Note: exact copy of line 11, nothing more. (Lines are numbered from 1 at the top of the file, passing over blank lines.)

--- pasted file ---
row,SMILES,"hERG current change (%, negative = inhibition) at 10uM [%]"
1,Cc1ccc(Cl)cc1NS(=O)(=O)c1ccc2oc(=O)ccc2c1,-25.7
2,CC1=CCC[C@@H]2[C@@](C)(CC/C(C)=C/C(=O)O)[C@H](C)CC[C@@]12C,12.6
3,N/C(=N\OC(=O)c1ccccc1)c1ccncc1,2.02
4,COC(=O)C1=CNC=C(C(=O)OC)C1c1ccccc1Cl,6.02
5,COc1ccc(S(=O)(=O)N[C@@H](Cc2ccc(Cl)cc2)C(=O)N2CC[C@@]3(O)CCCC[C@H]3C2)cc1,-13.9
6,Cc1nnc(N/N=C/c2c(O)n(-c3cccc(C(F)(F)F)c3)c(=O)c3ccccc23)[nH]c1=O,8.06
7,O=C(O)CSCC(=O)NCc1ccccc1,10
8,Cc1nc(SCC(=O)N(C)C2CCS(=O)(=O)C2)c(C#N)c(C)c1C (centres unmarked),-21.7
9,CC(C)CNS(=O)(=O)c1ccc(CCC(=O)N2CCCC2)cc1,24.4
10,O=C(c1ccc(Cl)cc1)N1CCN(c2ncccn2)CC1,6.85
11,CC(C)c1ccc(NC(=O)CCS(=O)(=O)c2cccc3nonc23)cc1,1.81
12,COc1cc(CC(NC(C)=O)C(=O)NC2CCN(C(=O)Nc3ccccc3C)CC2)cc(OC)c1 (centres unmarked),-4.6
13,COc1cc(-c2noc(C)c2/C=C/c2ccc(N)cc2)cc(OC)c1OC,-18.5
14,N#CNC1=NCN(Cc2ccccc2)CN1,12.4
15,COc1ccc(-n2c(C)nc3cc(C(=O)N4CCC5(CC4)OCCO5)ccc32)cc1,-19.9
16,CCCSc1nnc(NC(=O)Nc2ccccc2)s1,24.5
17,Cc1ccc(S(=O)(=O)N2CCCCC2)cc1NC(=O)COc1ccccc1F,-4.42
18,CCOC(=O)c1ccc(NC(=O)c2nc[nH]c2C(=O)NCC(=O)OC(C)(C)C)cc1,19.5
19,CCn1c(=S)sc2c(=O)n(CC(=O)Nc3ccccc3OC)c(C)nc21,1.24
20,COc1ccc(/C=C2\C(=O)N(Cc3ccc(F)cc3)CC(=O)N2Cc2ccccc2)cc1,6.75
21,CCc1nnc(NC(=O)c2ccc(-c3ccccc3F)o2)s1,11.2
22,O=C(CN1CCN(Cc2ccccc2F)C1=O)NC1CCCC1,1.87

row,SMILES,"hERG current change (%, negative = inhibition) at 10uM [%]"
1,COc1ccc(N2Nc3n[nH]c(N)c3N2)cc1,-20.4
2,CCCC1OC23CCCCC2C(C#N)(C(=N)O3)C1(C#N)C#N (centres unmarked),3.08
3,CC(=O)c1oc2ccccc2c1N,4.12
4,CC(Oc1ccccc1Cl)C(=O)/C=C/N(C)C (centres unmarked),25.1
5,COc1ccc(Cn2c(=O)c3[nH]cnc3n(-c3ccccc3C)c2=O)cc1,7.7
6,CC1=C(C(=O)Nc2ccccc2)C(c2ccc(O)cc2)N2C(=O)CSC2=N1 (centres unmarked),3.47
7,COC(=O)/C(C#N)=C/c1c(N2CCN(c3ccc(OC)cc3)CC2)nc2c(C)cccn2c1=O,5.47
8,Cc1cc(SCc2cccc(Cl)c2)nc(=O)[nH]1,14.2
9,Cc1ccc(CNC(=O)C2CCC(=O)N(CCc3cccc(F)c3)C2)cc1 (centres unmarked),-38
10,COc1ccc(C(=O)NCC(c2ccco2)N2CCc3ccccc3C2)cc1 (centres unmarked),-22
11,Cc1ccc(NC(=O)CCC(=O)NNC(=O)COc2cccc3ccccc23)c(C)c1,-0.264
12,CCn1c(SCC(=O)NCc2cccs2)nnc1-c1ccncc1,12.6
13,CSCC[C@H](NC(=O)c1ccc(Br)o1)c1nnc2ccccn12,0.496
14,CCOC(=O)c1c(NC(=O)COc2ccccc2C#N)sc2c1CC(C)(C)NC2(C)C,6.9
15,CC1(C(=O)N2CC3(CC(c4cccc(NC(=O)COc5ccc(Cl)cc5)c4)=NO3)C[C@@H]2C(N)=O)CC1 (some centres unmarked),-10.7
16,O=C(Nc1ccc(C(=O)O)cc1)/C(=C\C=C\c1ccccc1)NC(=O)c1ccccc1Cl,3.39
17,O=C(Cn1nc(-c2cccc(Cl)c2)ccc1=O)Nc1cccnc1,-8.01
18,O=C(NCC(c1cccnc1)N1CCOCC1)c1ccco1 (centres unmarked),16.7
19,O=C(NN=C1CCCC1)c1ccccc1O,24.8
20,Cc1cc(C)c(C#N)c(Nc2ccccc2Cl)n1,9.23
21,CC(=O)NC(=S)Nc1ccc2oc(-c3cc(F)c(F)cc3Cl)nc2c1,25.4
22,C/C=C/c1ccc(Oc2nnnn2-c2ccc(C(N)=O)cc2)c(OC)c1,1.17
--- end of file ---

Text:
10,O=C(c1ccc(Cl)cc1)N1CCN(c2ncccn2)CC1,6.85